• Create a collaborative collage that represents both the members of the groups and the group as a whole. Watch this video for an example! Participants each create their own symbol made of felt as a representation of them as an educator/learner and include a brief description of how their felt symbol represents what they bring to the class community. In a digital environment, students could draw on a shared white board or add sticky notes to a JamBoard or Padlet. The contents of the stickies could be emojis or doodles or text.

  • Structure community building over multiple activities.

For example: in one discussion ask a simpler question that elicits a shorter response, “Share one thing that represents who you are. The thing might be a quote, poem, song, place, image.” In a separate discussion the next day/week, ask a more in-depth question that elicits a longer response, “Share five things that tell us something about you. What would you like this community to know?” These questions are well suited to an asynchronous discussion so that students have some time to think before responding.

The questions in an activity like this one should be open-ended and allow students agency in choosing what kinds of information and how much they share with the class.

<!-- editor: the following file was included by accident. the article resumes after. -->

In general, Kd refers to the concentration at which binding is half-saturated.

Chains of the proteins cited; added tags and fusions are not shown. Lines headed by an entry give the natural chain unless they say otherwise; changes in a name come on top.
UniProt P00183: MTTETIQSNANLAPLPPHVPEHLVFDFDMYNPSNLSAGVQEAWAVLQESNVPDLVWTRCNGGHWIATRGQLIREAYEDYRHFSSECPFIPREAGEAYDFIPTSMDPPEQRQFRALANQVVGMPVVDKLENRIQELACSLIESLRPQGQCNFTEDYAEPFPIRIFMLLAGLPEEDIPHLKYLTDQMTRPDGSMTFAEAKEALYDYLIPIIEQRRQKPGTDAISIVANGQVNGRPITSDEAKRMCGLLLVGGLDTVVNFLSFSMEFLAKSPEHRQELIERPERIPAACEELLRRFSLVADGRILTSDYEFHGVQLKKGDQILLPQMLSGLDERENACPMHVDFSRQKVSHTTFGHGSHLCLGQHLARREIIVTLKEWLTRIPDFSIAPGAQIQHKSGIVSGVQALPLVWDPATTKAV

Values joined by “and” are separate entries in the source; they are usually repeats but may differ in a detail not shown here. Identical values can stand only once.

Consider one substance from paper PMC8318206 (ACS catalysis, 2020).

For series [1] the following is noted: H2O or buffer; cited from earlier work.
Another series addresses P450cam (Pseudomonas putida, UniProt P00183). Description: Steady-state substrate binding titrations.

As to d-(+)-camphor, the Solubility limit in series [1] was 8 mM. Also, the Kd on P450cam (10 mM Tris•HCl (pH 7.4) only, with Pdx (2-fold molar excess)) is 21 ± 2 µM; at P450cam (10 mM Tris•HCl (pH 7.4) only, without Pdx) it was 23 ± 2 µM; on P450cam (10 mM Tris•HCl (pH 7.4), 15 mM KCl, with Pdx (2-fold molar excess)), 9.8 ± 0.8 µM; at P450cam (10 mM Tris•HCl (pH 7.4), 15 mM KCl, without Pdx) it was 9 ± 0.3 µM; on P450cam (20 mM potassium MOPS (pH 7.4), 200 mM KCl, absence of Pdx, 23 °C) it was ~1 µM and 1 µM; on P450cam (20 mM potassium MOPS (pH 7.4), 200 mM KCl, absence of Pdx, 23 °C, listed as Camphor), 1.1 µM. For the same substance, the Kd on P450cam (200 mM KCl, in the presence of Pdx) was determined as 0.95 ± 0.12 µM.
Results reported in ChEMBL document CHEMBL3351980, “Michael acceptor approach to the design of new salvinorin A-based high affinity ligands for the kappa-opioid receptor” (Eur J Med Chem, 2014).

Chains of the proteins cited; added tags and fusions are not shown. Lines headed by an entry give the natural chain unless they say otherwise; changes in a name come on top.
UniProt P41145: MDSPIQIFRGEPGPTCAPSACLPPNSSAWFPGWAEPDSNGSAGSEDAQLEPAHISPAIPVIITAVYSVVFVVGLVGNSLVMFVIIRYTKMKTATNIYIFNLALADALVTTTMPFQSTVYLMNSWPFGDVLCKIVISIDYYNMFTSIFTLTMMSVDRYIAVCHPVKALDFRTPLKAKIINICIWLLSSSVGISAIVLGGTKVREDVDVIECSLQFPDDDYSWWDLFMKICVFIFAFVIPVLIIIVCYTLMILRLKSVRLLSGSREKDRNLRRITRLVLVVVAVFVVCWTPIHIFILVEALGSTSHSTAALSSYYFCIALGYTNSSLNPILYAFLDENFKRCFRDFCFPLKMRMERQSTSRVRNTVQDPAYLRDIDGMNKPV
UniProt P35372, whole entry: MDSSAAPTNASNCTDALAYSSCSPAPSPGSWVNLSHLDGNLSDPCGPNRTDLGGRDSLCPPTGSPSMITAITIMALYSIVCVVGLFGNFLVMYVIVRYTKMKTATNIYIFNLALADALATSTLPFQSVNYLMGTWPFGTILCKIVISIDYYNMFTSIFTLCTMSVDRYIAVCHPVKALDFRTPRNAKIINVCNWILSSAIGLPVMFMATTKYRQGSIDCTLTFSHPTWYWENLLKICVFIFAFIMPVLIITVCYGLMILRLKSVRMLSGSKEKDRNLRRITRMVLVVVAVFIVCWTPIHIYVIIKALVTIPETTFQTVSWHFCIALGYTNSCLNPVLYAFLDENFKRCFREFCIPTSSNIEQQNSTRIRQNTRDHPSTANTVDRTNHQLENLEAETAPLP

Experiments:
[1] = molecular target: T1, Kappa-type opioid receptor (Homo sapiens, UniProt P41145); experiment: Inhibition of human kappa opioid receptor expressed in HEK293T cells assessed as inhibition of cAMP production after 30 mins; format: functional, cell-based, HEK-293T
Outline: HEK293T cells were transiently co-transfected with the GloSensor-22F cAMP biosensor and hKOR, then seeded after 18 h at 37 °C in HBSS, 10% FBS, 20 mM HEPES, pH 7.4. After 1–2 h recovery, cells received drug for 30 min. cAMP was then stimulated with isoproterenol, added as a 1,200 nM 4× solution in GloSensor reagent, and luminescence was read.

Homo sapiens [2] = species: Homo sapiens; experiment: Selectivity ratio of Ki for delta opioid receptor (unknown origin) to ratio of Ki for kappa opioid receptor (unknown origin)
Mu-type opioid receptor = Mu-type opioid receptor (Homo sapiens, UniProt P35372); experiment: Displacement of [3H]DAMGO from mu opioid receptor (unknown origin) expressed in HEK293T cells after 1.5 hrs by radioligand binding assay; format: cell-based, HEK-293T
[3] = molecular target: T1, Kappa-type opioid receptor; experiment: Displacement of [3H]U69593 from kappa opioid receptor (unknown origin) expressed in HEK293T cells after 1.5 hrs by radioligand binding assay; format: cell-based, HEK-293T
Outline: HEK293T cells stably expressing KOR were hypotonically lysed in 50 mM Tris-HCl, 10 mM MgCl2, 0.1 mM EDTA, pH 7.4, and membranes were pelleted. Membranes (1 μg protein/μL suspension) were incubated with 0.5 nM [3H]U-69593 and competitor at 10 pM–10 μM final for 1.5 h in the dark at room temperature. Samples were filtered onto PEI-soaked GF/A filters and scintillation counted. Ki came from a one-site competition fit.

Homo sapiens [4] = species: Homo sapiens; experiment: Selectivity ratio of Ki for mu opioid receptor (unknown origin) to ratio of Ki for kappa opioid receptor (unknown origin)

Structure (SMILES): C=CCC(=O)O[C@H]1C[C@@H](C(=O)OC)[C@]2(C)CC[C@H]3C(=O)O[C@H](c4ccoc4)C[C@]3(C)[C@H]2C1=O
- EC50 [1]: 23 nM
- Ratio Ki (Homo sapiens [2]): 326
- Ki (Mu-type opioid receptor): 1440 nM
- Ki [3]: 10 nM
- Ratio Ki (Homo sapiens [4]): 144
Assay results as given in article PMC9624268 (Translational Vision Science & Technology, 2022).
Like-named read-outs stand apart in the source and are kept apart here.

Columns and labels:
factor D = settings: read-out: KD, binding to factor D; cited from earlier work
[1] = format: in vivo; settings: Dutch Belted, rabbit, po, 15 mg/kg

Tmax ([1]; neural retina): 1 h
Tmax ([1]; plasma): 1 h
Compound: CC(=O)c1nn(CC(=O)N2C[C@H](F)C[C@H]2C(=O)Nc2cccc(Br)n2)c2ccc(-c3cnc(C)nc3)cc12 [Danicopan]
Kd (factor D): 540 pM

• Challenge students to find 10 Things We Have In Common. They might start in small groups of 3-5 and then as a whole class. Students should avoid obvious things like body parts (we all have a nose!) or things like attending the same school.

  • Invite students to post a picture to a #whatIbring to a Twitter thread or Slack Channel Post.

  • Connect the idea of community to the content of the course.
    Example: in a writing class, we learn by sharing and responding to each other’s work. Writing, though, is an intensely personal kind of work. Taking time to build community up front helps us to engage with one another’s work throughout the course. In the face-to-face classroom, building this kind of community happens in the unscripted interactions in the room. In the online classroom, we have to be more intentional about connecting with each other.

  • Create a Community Agreement that will guide interactions with one another in the shared classroom space. The University of Toronto offers some resources about doing this.